Neurophysiological mechanisms of thalamic ventral intermediate nucleus stimulation for tremor suppression

Luka Milosevic1, 2; Suneil K Kalia3, 4, 5; Mojgan Hodaie3, 4, 5; Andres M Lozano3, 4, 5; William D Hutchison3, 5, 6; Milos R Popovic1, 2

1. Institute of Biomaterials and Biomedical Engineering, University of Toronto; 2. Rehabilitation Engineering Laboratory, Toronto Rehabilitation Institute – University Health Network; 3. Department of Surgery, University of Toronto; 4. Division of Neurosurgery, Toronto Western Hospital – University Health Network; 5. Krembil Brain Institute; 6. Department of Physiology, University of Toronto

Essential tremor (ET) is often refractory to medical therapy, and the pathophysiology and genesis of ET remain poorly understood. Ventral intermediate thalamic (Vim) deep brain stimulation (DBS) is a standard therapy for ET. The objective of this study was to investigate the frequency-dependent effects of electrical stimulation on both neuronal firing and tremor suppression.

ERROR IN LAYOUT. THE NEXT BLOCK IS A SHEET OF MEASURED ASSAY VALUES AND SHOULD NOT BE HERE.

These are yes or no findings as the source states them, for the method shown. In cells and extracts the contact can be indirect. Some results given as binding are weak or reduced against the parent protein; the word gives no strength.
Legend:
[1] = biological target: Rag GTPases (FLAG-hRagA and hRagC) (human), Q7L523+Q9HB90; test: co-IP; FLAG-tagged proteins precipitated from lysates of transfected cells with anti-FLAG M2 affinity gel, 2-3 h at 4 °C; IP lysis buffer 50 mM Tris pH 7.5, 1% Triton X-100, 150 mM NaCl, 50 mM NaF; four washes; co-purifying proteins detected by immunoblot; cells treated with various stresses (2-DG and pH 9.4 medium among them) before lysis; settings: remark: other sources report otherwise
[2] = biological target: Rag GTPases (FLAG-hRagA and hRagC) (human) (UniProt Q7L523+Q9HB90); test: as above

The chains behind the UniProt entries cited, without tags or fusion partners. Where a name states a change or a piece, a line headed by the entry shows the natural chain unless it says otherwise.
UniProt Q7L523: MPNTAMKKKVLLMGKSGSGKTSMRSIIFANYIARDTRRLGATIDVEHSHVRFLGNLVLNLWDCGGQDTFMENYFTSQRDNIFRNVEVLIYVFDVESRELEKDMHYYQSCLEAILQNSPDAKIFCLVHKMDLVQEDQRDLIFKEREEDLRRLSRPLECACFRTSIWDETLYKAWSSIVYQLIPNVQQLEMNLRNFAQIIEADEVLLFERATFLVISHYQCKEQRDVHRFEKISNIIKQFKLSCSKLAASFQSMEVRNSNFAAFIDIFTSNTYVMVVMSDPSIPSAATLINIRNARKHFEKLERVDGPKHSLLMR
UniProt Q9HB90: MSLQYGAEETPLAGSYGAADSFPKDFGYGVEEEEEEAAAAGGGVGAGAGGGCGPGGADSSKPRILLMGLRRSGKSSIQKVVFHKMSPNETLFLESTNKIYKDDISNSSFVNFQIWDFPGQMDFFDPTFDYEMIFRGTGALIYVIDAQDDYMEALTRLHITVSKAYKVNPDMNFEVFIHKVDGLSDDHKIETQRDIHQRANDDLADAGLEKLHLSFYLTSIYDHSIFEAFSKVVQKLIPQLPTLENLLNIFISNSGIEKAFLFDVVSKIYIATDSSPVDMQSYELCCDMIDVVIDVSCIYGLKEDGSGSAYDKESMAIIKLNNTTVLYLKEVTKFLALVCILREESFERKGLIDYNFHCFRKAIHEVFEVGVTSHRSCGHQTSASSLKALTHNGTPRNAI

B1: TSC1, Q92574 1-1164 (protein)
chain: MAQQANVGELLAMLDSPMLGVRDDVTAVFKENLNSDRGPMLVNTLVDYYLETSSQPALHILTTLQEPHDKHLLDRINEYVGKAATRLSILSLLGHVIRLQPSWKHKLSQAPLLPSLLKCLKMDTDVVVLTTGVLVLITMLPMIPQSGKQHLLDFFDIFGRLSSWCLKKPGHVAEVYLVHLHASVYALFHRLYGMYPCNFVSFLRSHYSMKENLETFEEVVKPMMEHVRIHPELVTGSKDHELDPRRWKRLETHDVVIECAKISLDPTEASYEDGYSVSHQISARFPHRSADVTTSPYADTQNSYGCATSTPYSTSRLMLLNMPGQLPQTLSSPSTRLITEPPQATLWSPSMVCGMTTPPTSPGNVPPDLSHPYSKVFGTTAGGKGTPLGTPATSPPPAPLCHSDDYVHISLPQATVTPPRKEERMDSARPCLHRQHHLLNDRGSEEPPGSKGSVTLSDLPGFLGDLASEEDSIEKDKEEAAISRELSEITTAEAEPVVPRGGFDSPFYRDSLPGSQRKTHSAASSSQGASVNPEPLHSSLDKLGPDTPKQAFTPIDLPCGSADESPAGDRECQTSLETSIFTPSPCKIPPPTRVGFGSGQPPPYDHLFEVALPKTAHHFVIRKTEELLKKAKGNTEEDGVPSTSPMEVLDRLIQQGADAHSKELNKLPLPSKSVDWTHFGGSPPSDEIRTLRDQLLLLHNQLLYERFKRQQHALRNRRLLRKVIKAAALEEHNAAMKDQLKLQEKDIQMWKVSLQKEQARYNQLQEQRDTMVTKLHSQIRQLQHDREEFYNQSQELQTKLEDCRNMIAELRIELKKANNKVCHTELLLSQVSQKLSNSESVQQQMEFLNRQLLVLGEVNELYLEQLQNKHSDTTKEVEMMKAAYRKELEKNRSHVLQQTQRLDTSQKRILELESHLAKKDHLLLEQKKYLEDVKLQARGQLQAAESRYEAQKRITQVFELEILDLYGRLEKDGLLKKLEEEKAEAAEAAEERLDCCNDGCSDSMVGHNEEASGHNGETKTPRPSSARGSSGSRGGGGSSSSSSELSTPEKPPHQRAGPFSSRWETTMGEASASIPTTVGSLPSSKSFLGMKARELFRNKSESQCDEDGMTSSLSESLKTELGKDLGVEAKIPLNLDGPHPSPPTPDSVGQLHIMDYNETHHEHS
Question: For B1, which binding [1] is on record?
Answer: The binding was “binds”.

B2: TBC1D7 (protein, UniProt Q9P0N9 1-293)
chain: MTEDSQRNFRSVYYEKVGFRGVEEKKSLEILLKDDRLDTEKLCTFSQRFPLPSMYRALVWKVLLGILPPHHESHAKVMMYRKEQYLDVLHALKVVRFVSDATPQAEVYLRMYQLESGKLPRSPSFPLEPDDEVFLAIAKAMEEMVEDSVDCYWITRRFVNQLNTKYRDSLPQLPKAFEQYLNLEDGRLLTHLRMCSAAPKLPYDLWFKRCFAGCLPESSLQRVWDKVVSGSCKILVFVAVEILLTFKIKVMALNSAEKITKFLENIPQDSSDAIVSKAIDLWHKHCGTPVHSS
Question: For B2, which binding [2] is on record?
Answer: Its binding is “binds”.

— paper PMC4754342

Methods: Two closely spaced (600µm) microelectrodes were advanced into the Vim of 11 tremor patients undergoing DBS surgery. One microelectrode recorded action potential firing during stimulation trains (3s, 100µA, 150µs, nstimulations=80) at 100Hz and 200Hz from the adjacent microelectrode. A tri-axial accelerometer was used to measure postural tremor of the contralateral hand.

Results: 200Hz stimulation led to 66% inhibition of neuronal firing and suppression of tremor-related (3-7Hz) activity of the neuron, and a 52% reduction in tremor, while 100Hz only reduced firing by 13% with an associated 16% tremor reduction. Higher neuronal inhibition was associated with improved tremor reduction, which was more prominent at 200Hz (p<0.01). The degree of cell inhibition and tremor suppression were significantly correlated (p<0.01). We also found that microstimulation caused a transient high frequency discharge of the neuron which led to a tremor phase reset.

Conclusions: Effects on cell firing and tremor suppression are frequency-dependent. We hypothesize that one physiological mechanism of action that leads to this clinical benefit is neurotransmitter depletion. Another mechanism could be recurrent inhibition by way of the thalamic reticular nucleus. This study implicates the Vim as a “gate” for tremor genesis.